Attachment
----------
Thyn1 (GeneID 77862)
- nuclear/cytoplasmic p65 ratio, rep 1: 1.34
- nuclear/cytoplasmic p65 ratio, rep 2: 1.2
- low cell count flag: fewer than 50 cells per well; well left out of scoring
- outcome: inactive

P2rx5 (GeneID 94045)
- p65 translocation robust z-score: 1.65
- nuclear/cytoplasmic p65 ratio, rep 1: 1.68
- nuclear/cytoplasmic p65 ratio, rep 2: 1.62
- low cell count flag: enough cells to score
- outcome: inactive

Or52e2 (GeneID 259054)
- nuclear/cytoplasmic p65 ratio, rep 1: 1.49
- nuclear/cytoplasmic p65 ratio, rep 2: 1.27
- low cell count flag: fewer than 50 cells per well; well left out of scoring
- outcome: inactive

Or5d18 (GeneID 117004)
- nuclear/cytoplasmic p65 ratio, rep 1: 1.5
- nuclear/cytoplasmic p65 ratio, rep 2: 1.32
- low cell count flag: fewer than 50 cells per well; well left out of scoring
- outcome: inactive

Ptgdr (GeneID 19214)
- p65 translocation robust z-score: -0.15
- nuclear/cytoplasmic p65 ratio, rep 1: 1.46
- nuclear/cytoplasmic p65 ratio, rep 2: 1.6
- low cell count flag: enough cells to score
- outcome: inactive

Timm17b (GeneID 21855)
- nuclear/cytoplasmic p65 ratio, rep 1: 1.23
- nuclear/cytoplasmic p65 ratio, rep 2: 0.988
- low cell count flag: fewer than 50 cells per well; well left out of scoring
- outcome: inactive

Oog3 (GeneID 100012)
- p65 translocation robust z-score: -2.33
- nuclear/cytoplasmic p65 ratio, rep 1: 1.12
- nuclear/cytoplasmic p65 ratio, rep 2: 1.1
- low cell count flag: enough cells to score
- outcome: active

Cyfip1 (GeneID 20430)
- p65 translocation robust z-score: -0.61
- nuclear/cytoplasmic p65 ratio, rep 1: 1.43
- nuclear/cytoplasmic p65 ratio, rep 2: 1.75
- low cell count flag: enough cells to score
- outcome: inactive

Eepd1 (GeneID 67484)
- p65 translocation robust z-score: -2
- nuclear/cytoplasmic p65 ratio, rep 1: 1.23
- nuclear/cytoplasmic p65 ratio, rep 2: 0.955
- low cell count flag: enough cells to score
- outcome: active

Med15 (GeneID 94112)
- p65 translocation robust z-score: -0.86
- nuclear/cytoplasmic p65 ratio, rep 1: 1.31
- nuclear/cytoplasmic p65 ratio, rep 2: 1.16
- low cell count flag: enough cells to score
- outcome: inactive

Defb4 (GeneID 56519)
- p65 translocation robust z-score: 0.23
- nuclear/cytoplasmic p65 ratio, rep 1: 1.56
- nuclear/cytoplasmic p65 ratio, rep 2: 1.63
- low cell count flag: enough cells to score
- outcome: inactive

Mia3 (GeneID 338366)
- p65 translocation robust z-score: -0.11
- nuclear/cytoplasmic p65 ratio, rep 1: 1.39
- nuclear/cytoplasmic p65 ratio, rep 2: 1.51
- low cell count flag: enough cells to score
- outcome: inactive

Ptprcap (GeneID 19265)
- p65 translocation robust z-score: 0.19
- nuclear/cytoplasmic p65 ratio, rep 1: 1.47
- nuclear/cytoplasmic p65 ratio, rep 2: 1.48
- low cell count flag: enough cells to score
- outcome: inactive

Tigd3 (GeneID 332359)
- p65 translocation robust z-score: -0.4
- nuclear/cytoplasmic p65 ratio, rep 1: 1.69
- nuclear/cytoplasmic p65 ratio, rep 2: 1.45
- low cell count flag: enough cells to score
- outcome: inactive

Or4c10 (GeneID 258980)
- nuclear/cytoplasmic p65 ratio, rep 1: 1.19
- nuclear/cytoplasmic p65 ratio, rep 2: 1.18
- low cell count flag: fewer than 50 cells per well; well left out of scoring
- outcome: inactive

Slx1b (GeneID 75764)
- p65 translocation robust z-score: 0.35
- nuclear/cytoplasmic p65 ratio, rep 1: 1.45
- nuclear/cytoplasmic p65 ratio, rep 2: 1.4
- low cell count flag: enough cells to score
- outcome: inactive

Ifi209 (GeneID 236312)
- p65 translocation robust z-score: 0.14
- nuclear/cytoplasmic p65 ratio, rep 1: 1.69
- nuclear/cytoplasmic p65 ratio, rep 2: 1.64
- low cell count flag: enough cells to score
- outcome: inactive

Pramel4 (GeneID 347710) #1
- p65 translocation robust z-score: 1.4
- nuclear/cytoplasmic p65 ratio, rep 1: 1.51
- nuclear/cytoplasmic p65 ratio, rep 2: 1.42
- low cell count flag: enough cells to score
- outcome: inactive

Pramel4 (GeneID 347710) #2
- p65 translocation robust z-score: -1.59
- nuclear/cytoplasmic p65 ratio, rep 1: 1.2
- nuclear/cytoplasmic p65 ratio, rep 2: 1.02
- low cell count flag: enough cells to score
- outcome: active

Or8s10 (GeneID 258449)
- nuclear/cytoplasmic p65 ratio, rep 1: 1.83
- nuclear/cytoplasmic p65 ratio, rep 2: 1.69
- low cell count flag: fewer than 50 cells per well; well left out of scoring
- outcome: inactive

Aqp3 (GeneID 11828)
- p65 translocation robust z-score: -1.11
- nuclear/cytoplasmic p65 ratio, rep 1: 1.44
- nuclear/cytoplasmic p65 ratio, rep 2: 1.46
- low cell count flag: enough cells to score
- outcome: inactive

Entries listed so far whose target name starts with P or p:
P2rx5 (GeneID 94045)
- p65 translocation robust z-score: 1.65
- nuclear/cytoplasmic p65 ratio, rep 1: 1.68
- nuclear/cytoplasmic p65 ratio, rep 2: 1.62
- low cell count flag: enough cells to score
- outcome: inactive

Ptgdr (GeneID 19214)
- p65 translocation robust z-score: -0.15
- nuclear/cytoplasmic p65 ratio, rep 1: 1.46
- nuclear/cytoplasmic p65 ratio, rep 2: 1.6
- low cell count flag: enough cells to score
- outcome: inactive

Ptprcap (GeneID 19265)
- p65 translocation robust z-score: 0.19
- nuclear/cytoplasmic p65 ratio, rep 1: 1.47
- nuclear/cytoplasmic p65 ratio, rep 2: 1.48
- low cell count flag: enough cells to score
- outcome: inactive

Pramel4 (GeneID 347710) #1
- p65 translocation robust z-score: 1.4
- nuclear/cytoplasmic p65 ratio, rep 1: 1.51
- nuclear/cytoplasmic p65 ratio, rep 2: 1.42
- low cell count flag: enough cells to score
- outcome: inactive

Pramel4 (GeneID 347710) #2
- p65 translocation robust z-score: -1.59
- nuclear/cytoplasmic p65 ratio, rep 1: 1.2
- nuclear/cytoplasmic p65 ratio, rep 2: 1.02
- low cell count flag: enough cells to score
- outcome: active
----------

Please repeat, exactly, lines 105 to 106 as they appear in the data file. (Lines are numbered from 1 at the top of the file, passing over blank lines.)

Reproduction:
- p65 translocation robust z-score: -1.59
- nuclear/cytoplasmic p65 ratio, rep 1: 1.2